A Wander Around Benjamin Franklin's House // History & Culture

Last week I was sat at my desk lamenting the quick disappearance of London's snow when my inbox pinged. Ordinarily, I don't get too excited about emails parse, but after discovering that it wasn't Urban Outfitters offering me £1 delivery (gone are the days of care-free online shopping) but something far more exciting, my post-snow blues evaporated.

Apparently the lovely people at the Benjamin Franklin House had heard I was an eighteenth century enthusiast (ummmm, no kidding!) and general lover of English culture and history (tick, tick, tick!), so asked if I'd like to come and have a look around Ben Franklin's very own house here in London.You know, Franklin. The guy who discovered electricity. Signed the Declaration of Independence. Worked on the first printing press. Founding father of America.

If I'm not wrong, the distant sound of 'The Star Spangled Banner' drifted around the cabin and I felt compelled to see, no indeed HAD to experience the place myself. Alas, two days later I crossed the river at Waterloo to find myself stood outside a building that very much resembled Grimmauld Place. Minus the Death Eaters. And troll-foot-come-umbrella-stands. And all other elements of fantasy. (Ok, it only looked a bit like Grimmauld Place).

Unbeknownst to me, I had two weeks previous walked up and down Craven Street looking for a merchant tea shop (insert cliched English blogger joke here) and never realised Ben's house was there. In fact, this beautiful Georgian townhouse is the only remaining home of Benjamin Franklin and was luckily bought up in the 1990's after years spent derelict. All I can say is - thank God! The house is a treasure, and everywhere you can see not glimpses but gaping windows into life as a Georgian and the influence Franklin had on the neighbourhood.

The house director has, quite rightly I think, decided not to fill the place with replica furniture from the mid-eighteenth century. The house, it's uneven floors, thick slabs of stone, warped sash windows and rabbit tunnel doorways have an authenticity to them that doesn't need dressing up. Understandably, I found everything about the place intriguing. The particular shade of green used by Franklin's landlady to disguise muck and sooty smears. The feeling of being on a ship from the rolling, warped floor boards. The beautifully bright light filtering in through the sash windows of Franklin's bedchamber. The stable-door style shutters used by Franklin to keep the prying eyes of passers by from seeing who he had sipping tea in the parlour. The 'cool cupboard' built into the thick basement wall to keep hams cold. No one likes a warm ham, especially Franklin, so it seems.

Before Franklin moved in to living quarters at the house (big up to the landlady who ran the place and up-sold into a swanky pad down the road because she was a woman who didn't need no man and earned her own living), the area was dodgy to say the least. Like, cock fights, gambling, drunks, prostitutes. Franklin set about raising the standards. Literally. He raised the street level, giving houses under-road storage for all those eighteenth century necessities. Like coal. Lots of coal. I used to think basements always had that weird are-we-underground-or-are-we-not view!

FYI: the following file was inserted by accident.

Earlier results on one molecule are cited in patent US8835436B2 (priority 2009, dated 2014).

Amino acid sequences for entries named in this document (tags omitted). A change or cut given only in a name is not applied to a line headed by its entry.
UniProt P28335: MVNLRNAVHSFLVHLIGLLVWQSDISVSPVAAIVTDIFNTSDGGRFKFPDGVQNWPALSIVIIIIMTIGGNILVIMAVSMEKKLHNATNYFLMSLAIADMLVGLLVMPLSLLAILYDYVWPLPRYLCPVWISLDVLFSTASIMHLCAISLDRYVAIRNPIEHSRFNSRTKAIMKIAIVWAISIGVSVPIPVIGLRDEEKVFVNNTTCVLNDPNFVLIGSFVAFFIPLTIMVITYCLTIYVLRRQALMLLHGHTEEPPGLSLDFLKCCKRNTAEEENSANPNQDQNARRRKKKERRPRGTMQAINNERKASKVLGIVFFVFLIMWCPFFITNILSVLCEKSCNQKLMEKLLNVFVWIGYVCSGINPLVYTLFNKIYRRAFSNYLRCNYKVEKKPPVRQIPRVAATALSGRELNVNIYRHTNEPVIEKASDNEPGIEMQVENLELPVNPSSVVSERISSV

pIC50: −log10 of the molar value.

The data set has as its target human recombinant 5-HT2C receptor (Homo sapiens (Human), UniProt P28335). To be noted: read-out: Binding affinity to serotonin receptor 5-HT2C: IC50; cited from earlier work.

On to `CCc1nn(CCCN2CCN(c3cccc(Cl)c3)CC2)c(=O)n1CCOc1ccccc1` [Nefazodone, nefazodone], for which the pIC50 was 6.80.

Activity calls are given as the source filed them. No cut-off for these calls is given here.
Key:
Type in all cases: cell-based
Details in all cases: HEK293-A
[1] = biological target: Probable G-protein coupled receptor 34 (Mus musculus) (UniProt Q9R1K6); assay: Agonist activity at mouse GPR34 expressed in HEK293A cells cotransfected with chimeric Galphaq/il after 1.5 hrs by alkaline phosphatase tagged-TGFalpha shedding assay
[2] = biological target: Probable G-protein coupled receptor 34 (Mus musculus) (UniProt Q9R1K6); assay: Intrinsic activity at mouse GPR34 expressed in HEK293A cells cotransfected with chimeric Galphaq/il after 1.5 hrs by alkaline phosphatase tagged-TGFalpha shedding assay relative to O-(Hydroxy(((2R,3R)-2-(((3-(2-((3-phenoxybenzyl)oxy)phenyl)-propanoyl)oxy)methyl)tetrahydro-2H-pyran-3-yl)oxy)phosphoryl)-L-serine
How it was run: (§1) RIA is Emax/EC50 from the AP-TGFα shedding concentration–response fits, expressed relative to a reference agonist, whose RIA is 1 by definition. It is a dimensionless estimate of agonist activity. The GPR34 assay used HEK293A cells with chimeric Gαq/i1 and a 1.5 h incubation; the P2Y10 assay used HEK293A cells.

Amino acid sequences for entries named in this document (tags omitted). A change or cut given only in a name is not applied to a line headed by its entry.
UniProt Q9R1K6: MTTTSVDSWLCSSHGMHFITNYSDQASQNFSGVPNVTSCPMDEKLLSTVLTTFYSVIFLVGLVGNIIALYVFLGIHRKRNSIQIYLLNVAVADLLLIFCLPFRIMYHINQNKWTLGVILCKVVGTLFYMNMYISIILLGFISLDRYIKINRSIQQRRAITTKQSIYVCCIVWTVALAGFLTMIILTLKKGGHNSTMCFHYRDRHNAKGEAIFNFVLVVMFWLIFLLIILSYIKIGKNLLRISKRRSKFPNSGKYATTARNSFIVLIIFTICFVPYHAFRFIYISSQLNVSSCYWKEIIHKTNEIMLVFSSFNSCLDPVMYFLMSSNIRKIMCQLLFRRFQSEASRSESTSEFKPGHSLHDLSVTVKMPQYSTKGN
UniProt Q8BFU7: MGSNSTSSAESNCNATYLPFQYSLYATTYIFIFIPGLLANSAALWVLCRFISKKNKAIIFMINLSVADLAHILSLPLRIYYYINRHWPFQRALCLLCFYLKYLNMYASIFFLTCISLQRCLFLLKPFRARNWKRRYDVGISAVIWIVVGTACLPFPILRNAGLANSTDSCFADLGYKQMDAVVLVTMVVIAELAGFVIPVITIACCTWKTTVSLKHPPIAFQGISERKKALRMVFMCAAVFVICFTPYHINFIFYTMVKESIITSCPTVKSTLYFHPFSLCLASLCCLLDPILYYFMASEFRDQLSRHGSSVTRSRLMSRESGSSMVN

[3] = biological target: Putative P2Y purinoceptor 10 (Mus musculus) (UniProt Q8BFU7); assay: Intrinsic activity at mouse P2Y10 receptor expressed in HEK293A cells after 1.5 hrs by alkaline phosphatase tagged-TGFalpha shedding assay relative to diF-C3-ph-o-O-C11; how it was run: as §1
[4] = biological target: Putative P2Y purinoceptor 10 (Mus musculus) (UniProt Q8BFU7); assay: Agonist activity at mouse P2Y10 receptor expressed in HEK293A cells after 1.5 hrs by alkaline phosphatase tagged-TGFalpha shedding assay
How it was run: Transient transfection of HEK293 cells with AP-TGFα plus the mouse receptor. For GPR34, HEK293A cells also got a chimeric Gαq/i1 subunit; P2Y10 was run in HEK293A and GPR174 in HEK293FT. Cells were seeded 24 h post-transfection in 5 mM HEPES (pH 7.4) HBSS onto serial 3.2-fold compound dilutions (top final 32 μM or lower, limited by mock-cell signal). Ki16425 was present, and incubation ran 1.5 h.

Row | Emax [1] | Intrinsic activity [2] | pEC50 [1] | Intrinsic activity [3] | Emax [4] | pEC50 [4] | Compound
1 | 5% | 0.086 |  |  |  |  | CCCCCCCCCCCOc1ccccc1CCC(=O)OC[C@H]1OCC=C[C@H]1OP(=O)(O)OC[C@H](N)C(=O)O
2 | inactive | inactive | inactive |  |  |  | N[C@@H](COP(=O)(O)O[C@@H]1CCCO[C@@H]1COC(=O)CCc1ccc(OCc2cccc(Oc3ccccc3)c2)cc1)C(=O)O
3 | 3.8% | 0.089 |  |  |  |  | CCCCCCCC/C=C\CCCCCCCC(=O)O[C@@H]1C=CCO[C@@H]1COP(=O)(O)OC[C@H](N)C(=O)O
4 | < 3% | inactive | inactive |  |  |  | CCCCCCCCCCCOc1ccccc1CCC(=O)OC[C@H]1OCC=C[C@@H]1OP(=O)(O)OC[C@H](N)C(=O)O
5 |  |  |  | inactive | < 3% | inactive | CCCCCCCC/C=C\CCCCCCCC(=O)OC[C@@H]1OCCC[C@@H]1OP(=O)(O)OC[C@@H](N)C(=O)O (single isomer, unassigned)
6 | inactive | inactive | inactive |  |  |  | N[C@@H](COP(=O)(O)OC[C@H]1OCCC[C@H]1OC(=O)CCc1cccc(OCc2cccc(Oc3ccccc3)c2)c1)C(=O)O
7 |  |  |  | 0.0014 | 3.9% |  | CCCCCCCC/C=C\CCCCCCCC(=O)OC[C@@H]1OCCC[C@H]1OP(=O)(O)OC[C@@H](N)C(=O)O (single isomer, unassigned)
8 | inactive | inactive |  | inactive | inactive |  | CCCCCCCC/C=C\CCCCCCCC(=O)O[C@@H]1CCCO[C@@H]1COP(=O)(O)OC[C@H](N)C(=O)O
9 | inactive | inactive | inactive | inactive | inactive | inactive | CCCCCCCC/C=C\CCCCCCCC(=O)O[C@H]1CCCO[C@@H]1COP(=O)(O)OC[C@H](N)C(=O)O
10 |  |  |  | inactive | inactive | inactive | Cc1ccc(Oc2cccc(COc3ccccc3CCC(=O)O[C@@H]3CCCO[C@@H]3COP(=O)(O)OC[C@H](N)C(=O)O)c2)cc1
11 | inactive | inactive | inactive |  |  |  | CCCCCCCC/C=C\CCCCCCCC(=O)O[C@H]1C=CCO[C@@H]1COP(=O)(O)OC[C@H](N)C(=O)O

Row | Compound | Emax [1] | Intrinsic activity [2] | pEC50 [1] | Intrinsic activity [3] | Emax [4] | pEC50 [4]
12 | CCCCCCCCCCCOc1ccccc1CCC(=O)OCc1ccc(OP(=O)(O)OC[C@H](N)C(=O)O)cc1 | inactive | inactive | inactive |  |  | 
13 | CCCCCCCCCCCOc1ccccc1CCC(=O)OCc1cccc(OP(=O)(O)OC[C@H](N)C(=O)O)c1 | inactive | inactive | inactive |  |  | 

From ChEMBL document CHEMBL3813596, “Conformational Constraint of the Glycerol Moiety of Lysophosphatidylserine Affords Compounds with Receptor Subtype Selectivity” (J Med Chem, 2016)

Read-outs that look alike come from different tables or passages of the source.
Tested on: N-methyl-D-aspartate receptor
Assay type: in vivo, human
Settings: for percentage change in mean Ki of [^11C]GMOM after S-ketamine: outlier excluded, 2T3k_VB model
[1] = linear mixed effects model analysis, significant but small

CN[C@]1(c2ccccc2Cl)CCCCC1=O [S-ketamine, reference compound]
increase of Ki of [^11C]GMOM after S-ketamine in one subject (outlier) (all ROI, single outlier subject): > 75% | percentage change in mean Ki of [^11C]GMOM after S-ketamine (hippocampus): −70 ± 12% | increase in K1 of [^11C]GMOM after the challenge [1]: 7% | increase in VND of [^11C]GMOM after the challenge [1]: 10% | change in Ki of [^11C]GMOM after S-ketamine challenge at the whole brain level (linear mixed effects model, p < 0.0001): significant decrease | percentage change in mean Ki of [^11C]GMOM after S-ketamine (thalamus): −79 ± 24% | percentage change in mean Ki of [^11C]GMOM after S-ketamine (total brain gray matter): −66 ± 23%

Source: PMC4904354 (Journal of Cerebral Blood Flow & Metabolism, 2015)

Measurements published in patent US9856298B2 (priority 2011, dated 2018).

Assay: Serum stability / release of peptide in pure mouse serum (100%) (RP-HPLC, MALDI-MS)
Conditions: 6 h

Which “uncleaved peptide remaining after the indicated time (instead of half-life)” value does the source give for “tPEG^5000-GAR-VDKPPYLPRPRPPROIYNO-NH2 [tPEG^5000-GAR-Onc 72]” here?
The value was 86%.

He also worked from the house (convenient walking distance from Westminster, don't ya know) mediating unrest between Britain and America. Like, one of the biggest periods of unrest in history, and I don't mean over the correct pronunciation of 'tomato'. He left on the eve of the American Revolution after 16 years in London. Apparently the Americans wanted to govern themselves which we English thought was totalllllllly unreasonable. You did OK, though America, you did OK!

 The house holds a Historical Experience show, which involves a nifty projection system and a guided tour from the land lady's daughter herself (costumed, which is an exciting prospect in itself), and an Architectural Tour, which was so interesting I wanted to scream facts into the faces of strangers I came across upon leaving. There's an excellent story about Franklin's 'air baths' that I couldn't possibly spoil for you. It involves nudity and complaints from the neighbours. You'll have to hear it for yourself! You'll never look at a $100 bill the same way again.

What I wouldn't give to spend and hour or two writing at that desk! Unusually for a museum, the tour around the house didn't make me feel like I was a detached observer, worried about stepping on the wrong piece of carpet or photographing statues without permission. The lovely ladies of the Benjamin Franklin House said they hoped visitors felt like 'stewards' of it's history, and I certainly believe so. Houses like this one act as portals connecting us to people from our past, whether they are the reason I can sit here typing on my keyboard or otherwise.

In the next few weeks I'll be working with the House on some exciting events that I will of course share with you nearer the time. If you're a history lover, Georgian enthusiast, or just bloomin' love a good floor-to-ceiling window, make sure you're following me on Twitter and Bloglovin' for updates!

In the mean time, you can book a tour or Historical Experience show online here.

The Benjamin Franklin House very kindly invited me along to experience their Architectural Tour. Opinions are, always, unblemished and entirely my own.

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